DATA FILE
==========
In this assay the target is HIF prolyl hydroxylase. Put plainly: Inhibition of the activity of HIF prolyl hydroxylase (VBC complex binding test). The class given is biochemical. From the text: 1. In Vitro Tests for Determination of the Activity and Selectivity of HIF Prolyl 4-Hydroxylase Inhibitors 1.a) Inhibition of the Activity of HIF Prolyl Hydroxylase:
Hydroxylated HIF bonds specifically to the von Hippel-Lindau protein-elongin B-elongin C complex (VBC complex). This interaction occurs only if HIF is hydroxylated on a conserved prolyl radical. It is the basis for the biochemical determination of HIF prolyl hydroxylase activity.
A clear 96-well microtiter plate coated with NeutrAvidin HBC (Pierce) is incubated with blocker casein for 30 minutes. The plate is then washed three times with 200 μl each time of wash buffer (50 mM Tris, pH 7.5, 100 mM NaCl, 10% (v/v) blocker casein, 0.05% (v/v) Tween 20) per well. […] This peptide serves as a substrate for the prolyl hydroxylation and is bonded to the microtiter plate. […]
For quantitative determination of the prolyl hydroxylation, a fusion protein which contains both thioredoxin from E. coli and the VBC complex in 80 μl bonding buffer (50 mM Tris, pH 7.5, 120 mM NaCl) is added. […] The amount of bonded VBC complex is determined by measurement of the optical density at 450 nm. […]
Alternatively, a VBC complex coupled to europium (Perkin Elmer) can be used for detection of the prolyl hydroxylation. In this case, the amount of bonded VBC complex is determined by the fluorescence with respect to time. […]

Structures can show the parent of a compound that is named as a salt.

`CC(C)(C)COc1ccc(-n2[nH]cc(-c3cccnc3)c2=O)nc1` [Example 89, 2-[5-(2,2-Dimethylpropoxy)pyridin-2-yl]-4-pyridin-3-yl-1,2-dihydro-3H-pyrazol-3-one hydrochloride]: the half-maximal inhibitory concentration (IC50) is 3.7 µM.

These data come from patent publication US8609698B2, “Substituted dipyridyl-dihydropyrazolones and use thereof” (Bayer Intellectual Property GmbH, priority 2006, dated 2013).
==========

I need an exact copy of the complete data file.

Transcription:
In this assay the target is HIF prolyl hydroxylase. Put plainly: Inhibition of the activity of HIF prolyl hydroxylase (VBC complex binding test). The class given is biochemical. From the text: 1. In Vitro Tests for Determination of the Activity and Selectivity of HIF Prolyl 4-Hydroxylase Inhibitors 1.a) Inhibition of the Activity of HIF Prolyl Hydroxylase:
Hydroxylated HIF bonds specifically to the von Hippel-Lindau protein-elongin B-elongin C complex (VBC complex). This interaction occurs only if HIF is hydroxylated on a conserved prolyl radical. It is the basis for the biochemical determination of HIF prolyl hydroxylase activity.
A clear 96-well microtiter plate coated with NeutrAvidin HBC (Pierce) is incubated with blocker casein for 30 minutes. The plate is then washed three times with 200 μl each time of wash buffer (50 mM Tris, pH 7.5, 100 mM NaCl, 10% (v/v) blocker casein, 0.05% (v/v) Tween 20) per well. […] This peptide serves as a substrate for the prolyl hydroxylation and is bonded to the microtiter plate. […]
For quantitative determination of the prolyl hydroxylation, a fusion protein which contains both thioredoxin from E. coli and the VBC complex in 80 μl bonding buffer (50 mM Tris, pH 7.5, 120 mM NaCl) is added. […] The amount of bonded VBC complex is determined by measurement of the optical density at 450 nm. […]
Alternatively, a VBC complex coupled to europium (Perkin Elmer) can be used for detection of the prolyl hydroxylation. In this case, the amount of bonded VBC complex is determined by the fluorescence with respect to time. […]

Structures can show the parent of a compound that is named as a salt.

`CC(C)(C)COc1ccc(-n2[nH]cc(-c3cccnc3)c2=O)nc1` [Example 89, 2-[5-(2,2-Dimethylpropoxy)pyridin-2-yl]-4-pyridin-3-yl-1,2-dihydro-3H-pyrazol-3-one hydrochloride]: the half-maximal inhibitory concentration (IC50) is 3.7 µM.

These data come from patent publication US8609698B2, “Substituted dipyridyl-dihydropyrazolones and use thereof” (Bayer Intellectual Property GmbH, priority 2006, dated 2013).